There’s only one problem with the project….the kids don’t want to stop! They have one more day to finish and they don’t want to stop creating their learning…in a way that represents them.

This is what we’re talking about….allowing students to be creative, getting out of their way, listening to them, and just allowing them to create their own learning and show us what they have learned through that creation.

The data that Mr. Jessee will be able to get out of these personally created masterpieces is more than any test would have told him. Misconceptions, big moments, and knowledge….and recorded individually and posted for the world to see (soon).

This is it….this is technology being used in amazing and authentic ways in allowing students to create and show their knowledge. This is why every student should have access to a laptop when they need it to learn…even in 3rd grade….we need to give student access to these amazing creative tools and then get out of their way and watch them create masterpieces!

As our first Certificate of Educational Technology and Information Literacy program (COETAIL) draws to a close here at ISB educators are starting to put the finishing touches on their projects for the 5th and final course. They’ve been working all semester on putting into practice what we’ve been learning about the first 4 courses. They have been paired with a mentor (Kim, Dennis, and I) to help them create a unit or lesson to use in their classroom. We then schedule a time to go in and observer them using this rubric that the three of us created (worth checking out) based on the enduring understanding of all of the courses.

Some of these projects have just blown me away. Take this Multi Cultural Games Wiki created by two of our PE teachers who have taken the course Andy and Kerry (check out their blogs to see how they’re using cell phones in PE Class as well). Students are outlining, filming and sharing cultural games from around the world….and Andy and Kerry invite your students to do the same and add to the wiki. They do a fantastic job of outlining for other educators the idea behind the wiki and how to get started in this youtube video.

These are two PE teachers to follow and pass on to your own PE Department. Andy next year will be moving into the Athletic Directors role and with me moving to the High School next year, we’re already talking about ways to use technology even more to enhance our physical education program.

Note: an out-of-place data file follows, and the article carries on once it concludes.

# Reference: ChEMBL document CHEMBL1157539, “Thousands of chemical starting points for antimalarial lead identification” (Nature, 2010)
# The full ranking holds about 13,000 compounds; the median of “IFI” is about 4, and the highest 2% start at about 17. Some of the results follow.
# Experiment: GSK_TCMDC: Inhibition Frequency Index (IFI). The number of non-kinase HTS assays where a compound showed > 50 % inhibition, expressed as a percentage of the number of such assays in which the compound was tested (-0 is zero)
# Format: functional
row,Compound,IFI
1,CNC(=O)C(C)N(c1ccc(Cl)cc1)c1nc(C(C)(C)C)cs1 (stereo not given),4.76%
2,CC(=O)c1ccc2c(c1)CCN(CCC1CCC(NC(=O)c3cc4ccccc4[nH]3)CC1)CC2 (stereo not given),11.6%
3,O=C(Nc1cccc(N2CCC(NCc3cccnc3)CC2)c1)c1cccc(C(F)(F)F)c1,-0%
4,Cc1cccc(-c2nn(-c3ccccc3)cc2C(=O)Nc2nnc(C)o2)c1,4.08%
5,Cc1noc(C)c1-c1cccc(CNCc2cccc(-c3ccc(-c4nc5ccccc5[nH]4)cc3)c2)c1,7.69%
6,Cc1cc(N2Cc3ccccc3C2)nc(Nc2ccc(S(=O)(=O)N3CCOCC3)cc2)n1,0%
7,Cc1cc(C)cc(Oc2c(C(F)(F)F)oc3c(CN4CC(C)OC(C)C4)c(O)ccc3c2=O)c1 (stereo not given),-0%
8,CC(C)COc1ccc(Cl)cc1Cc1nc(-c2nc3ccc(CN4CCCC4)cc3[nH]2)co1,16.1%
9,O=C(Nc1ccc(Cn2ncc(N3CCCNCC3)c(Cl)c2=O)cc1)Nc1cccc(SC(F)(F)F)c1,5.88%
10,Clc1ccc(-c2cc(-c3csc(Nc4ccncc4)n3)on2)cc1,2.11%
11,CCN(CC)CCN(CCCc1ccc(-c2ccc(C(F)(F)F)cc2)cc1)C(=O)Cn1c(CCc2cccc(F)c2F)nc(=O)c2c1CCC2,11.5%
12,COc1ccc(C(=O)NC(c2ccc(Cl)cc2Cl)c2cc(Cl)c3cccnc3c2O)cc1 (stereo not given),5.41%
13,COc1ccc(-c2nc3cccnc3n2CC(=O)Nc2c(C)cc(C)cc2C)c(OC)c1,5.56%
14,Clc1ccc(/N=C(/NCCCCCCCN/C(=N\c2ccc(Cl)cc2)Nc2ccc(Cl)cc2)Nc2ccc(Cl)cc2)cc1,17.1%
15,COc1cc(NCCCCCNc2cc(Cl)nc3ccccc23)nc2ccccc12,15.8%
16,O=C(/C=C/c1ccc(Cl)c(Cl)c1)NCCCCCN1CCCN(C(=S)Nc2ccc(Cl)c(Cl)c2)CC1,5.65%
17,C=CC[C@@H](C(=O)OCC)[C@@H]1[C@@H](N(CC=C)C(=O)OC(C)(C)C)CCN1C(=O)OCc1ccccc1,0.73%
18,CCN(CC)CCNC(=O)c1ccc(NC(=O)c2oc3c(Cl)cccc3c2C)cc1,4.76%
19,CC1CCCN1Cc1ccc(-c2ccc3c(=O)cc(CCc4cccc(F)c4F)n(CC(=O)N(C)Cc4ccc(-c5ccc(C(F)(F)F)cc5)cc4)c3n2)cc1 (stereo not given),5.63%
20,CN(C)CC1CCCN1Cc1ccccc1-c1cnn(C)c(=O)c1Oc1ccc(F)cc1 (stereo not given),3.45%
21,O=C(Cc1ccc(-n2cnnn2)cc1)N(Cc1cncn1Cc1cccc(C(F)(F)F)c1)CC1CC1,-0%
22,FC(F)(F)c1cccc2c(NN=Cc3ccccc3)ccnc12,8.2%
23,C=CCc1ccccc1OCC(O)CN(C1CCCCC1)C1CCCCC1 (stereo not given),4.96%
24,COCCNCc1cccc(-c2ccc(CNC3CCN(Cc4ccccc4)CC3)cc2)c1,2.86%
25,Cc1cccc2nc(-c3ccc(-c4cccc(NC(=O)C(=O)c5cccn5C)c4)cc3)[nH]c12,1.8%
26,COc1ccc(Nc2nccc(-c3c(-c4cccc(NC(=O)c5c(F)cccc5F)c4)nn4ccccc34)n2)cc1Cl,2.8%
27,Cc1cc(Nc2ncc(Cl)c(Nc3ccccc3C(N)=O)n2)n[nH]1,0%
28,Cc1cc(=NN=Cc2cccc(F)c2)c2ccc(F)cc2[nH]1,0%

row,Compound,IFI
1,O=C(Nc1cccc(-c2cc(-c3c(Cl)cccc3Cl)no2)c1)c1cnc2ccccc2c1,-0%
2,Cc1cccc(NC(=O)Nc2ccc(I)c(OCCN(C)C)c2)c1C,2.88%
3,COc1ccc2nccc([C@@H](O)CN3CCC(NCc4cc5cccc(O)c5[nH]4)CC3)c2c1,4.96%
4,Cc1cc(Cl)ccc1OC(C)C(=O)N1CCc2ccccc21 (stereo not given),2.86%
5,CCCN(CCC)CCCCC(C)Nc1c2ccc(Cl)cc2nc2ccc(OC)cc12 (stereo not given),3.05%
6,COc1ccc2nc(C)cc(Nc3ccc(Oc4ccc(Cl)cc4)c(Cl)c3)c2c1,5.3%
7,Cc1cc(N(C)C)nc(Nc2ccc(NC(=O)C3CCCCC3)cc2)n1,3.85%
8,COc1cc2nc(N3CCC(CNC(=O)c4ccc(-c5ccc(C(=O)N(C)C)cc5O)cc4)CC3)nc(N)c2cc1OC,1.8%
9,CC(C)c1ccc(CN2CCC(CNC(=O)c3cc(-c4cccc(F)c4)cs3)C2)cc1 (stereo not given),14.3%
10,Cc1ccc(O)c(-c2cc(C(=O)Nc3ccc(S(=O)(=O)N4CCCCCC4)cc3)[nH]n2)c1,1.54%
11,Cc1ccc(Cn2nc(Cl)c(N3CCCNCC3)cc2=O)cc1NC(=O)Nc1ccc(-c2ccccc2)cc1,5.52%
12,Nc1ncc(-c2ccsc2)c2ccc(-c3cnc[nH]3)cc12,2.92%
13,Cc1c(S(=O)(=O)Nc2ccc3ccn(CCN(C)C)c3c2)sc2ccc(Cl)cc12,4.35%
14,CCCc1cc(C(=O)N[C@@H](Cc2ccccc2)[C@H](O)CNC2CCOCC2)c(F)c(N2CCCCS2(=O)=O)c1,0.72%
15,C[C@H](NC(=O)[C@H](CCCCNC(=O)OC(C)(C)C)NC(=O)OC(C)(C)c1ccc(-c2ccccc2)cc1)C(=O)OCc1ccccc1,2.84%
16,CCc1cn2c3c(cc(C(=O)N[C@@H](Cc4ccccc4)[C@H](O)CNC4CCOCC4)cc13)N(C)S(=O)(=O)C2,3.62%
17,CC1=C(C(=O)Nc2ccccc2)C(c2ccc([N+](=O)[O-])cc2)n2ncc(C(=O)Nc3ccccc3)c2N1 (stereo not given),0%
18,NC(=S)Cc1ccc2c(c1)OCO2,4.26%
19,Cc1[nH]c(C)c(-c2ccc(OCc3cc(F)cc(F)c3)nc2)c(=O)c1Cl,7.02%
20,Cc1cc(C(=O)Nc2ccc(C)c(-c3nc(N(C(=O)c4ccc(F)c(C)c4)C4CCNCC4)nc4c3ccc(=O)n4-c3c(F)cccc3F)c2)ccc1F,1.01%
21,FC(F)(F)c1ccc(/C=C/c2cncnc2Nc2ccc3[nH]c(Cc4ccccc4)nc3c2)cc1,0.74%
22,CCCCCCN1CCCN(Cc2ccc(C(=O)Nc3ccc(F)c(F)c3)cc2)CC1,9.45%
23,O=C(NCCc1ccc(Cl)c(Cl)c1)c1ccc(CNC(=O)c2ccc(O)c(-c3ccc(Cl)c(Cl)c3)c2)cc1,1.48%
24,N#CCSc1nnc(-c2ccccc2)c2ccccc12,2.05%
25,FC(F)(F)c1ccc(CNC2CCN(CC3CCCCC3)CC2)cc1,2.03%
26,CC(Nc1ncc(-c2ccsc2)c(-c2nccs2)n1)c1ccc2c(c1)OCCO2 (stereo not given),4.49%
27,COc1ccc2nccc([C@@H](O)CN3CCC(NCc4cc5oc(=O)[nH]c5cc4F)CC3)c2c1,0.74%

Next up is a very tech savvy 1st Grade teacher who is finding ways to use the technology in his room to help teach a life cycles unit in science. Vu was one of the first teachers I connected with moving here to ISB a year ago and he continues to find ways to use technology with his 1st graders. Using technology in the early primary grades is where I struggle most in my own understanding. Vu’s been a great resource for me to go to, bounce ideas off of, and someone who is willing to explore crazy ideas on new uses of technology in the classroom. He’s created a blog for their life cycles unit here, and has found ways to take some amazing pictures with the document camera and digital microscope in his class. His students are now all working on VoiceThreads and should have those posted soon. He’s currently looking to connect with other classes around the world on this project. You can find the details here, and if you’d like to be a part of this or know a primary teacher who might be interested please contact him. Check out this Cotton Stainer rolling over…1st graders love this stuff!

I’ll be sharing more projects in the coming weeks as these “students” finish up their projects.

The COETAIL program has been a huge success at our school with about 50 teachers completing the 5 course 15 graduate credit certificate program. We’ve already started the next cohort which has 20 teachers signed up. The model that we’ve created here is starting to spread as well. Taipei American School will be starting their first cohort next fall and Kim and I are working with SUNY and EARCOS to find away to try and offer the program online (more info coming soon!).

In the end this program is changing the pedagogy at our school in small but noticeable ways. 50 teachers with a deeper understanding of both the technology and the pedagogy behind it are now looking for new and innovative ways to use these tools in their classroom.

As we continue to set up and learn about blogging in the 5th grade we’re finding ways to both teach skills and tie blogging to the content in which the students are learning.

Idea: Can we move the students’ science journals online?

http://blogs.isb.ac.th/wins/files/2009/09/dscn0009.jpgThe Set Up:
Two classes of 5th Graders. Mr. Armitage’s Class and Ms. Hellyer’s class took time this week to post data from a recent science experiment on their blogs.

Skills:

  • Write a blog post
  • Take a picture, transfer it to a computer, upload it to the blog, insert into blog post

Task: